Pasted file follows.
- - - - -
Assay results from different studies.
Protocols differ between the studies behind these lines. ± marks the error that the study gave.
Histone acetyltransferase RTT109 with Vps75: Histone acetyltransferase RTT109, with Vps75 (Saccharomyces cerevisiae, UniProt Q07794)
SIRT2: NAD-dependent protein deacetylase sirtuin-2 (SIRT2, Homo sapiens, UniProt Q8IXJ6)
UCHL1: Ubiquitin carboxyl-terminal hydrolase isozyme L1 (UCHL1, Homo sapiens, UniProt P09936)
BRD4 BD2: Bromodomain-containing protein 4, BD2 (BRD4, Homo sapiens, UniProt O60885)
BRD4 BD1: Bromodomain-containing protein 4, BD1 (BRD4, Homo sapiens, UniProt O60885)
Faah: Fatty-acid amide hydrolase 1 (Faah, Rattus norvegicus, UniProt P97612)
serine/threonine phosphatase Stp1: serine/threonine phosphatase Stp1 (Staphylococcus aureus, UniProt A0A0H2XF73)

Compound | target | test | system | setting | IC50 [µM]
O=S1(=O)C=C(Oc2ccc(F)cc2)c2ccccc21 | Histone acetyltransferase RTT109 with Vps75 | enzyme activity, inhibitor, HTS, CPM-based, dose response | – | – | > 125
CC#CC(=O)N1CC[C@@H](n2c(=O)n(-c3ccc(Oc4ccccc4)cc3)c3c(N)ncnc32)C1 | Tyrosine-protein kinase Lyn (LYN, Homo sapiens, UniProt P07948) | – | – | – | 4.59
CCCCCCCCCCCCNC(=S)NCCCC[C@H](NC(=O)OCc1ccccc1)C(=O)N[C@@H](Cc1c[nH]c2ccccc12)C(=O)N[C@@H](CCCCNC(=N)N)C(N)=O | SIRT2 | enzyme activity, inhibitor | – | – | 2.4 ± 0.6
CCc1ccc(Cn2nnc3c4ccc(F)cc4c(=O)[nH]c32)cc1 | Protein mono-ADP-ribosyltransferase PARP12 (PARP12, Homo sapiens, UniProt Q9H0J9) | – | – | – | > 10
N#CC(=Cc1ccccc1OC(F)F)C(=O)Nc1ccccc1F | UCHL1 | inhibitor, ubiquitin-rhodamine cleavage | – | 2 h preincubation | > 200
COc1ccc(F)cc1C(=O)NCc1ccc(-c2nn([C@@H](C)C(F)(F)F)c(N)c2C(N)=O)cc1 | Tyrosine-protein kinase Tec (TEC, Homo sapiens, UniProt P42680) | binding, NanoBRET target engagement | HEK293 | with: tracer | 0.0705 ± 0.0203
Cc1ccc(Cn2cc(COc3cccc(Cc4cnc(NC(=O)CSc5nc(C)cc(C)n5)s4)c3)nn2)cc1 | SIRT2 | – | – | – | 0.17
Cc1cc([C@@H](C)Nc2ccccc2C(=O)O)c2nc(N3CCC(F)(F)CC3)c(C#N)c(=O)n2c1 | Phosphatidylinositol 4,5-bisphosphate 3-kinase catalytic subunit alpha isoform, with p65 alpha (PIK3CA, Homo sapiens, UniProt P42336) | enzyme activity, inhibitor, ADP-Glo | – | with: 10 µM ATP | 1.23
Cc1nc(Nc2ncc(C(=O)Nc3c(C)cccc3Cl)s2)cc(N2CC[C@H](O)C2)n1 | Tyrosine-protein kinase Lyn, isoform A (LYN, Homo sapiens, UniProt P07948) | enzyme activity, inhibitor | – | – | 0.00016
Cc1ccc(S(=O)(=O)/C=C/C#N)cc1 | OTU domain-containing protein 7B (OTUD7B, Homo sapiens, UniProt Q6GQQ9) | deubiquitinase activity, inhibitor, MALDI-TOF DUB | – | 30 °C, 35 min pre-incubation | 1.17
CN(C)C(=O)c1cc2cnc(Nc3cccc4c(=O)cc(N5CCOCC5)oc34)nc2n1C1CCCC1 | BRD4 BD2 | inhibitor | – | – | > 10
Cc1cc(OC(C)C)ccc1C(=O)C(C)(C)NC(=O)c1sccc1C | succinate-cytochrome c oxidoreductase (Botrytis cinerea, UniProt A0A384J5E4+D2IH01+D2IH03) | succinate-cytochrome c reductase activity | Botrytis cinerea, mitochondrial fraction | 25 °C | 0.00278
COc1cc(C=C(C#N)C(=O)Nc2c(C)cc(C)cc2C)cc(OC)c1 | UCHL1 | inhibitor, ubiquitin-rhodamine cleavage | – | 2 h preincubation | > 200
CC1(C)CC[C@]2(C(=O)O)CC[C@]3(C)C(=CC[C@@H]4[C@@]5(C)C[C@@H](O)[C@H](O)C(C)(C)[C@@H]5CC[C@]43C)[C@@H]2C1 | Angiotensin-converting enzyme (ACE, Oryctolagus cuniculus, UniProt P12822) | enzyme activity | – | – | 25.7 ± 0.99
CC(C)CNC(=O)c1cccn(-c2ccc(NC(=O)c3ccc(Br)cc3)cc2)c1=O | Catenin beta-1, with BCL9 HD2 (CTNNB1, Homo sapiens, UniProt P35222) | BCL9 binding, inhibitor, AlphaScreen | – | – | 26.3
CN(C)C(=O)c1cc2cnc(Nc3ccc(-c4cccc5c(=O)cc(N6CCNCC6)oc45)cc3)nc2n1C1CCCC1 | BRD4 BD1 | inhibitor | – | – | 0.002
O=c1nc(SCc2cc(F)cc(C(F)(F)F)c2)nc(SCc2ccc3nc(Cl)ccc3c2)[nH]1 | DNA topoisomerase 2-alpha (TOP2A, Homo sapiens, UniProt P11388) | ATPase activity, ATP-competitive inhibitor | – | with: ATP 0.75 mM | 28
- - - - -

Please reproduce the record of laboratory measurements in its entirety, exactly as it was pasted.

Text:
Assay results from different studies.
Protocols differ between the studies behind these lines. ± marks the error that the study gave.
Histone acetyltransferase RTT109 with Vps75: Histone acetyltransferase RTT109, with Vps75 (Saccharomyces cerevisiae, UniProt Q07794)
SIRT2: NAD-dependent protein deacetylase sirtuin-2 (SIRT2, Homo sapiens, UniProt Q8IXJ6)
UCHL1: Ubiquitin carboxyl-terminal hydrolase isozyme L1 (UCHL1, Homo sapiens, UniProt P09936)
BRD4 BD2: Bromodomain-containing protein 4, BD2 (BRD4, Homo sapiens, UniProt O60885)
BRD4 BD1: Bromodomain-containing protein 4, BD1 (BRD4, Homo sapiens, UniProt O60885)
Faah: Fatty-acid amide hydrolase 1 (Faah, Rattus norvegicus, UniProt P97612)
serine/threonine phosphatase Stp1: serine/threonine phosphatase Stp1 (Staphylococcus aureus, UniProt A0A0H2XF73)

Compound | target | test | system | setting | IC50 [µM]
O=S1(=O)C=C(Oc2ccc(F)cc2)c2ccccc21 | Histone acetyltransferase RTT109 with Vps75 | enzyme activity, inhibitor, HTS, CPM-based, dose response | – | – | > 125
CC#CC(=O)N1CC[C@@H](n2c(=O)n(-c3ccc(Oc4ccccc4)cc3)c3c(N)ncnc32)C1 | Tyrosine-protein kinase Lyn (LYN, Homo sapiens, UniProt P07948) | – | – | – | 4.59
CCCCCCCCCCCCNC(=S)NCCCC[C@H](NC(=O)OCc1ccccc1)C(=O)N[C@@H](Cc1c[nH]c2ccccc12)C(=O)N[C@@H](CCCCNC(=N)N)C(N)=O | SIRT2 | enzyme activity, inhibitor | – | – | 2.4 ± 0.6
CCc1ccc(Cn2nnc3c4ccc(F)cc4c(=O)[nH]c32)cc1 | Protein mono-ADP-ribosyltransferase PARP12 (PARP12, Homo sapiens, UniProt Q9H0J9) | – | – | – | > 10
N#CC(=Cc1ccccc1OC(F)F)C(=O)Nc1ccccc1F | UCHL1 | inhibitor, ubiquitin-rhodamine cleavage | – | 2 h preincubation | > 200
COc1ccc(F)cc1C(=O)NCc1ccc(-c2nn([C@@H](C)C(F)(F)F)c(N)c2C(N)=O)cc1 | Tyrosine-protein kinase Tec (TEC, Homo sapiens, UniProt P42680) | binding, NanoBRET target engagement | HEK293 | with: tracer | 0.0705 ± 0.0203
Cc1ccc(Cn2cc(COc3cccc(Cc4cnc(NC(=O)CSc5nc(C)cc(C)n5)s4)c3)nn2)cc1 | SIRT2 | – | – | – | 0.17
Cc1cc([C@@H](C)Nc2ccccc2C(=O)O)c2nc(N3CCC(F)(F)CC3)c(C#N)c(=O)n2c1 | Phosphatidylinositol 4,5-bisphosphate 3-kinase catalytic subunit alpha isoform, with p65 alpha (PIK3CA, Homo sapiens, UniProt P42336) | enzyme activity, inhibitor, ADP-Glo | – | with: 10 µM ATP | 1.23
Cc1nc(Nc2ncc(C(=O)Nc3c(C)cccc3Cl)s2)cc(N2CC[C@H](O)C2)n1 | Tyrosine-protein kinase Lyn, isoform A (LYN, Homo sapiens, UniProt P07948) | enzyme activity, inhibitor | – | – | 0.00016
Cc1ccc(S(=O)(=O)/C=C/C#N)cc1 | OTU domain-containing protein 7B (OTUD7B, Homo sapiens, UniProt Q6GQQ9) | deubiquitinase activity, inhibitor, MALDI-TOF DUB | – | 30 °C, 35 min pre-incubation | 1.17
CN(C)C(=O)c1cc2cnc(Nc3cccc4c(=O)cc(N5CCOCC5)oc34)nc2n1C1CCCC1 | BRD4 BD2 | inhibitor | – | – | > 10
Cc1cc(OC(C)C)ccc1C(=O)C(C)(C)NC(=O)c1sccc1C | succinate-cytochrome c oxidoreductase (Botrytis cinerea, UniProt A0A384J5E4+D2IH01+D2IH03) | succinate-cytochrome c reductase activity | Botrytis cinerea, mitochondrial fraction | 25 °C | 0.00278
COc1cc(C=C(C#N)C(=O)Nc2c(C)cc(C)cc2C)cc(OC)c1 | UCHL1 | inhibitor, ubiquitin-rhodamine cleavage | – | 2 h preincubation | > 200
CC1(C)CC[C@]2(C(=O)O)CC[C@]3(C)C(=CC[C@@H]4[C@@]5(C)C[C@@H](O)[C@H](O)C(C)(C)[C@@H]5CC[C@]43C)[C@@H]2C1 | Angiotensin-converting enzyme (ACE, Oryctolagus cuniculus, UniProt P12822) | enzyme activity | – | – | 25.7 ± 0.99
CC(C)CNC(=O)c1cccn(-c2ccc(NC(=O)c3ccc(Br)cc3)cc2)c1=O | Catenin beta-1, with BCL9 HD2 (CTNNB1, Homo sapiens, UniProt P35222) | BCL9 binding, inhibitor, AlphaScreen | – | – | 26.3
CN(C)C(=O)c1cc2cnc(Nc3ccc(-c4cccc5c(=O)cc(N6CCNCC6)oc45)cc3)nc2n1C1CCCC1 | BRD4 BD1 | inhibitor | – | – | 0.002
O=c1nc(SCc2cc(F)cc(C(F)(F)F)c2)nc(SCc2ccc3nc(Cl)ccc3c2)[nH]1 | DNA topoisomerase 2-alpha (TOP2A, Homo sapiens, UniProt P11388) | ATPase activity, ATP-competitive inhibitor | – | with: ATP 0.75 mM | 28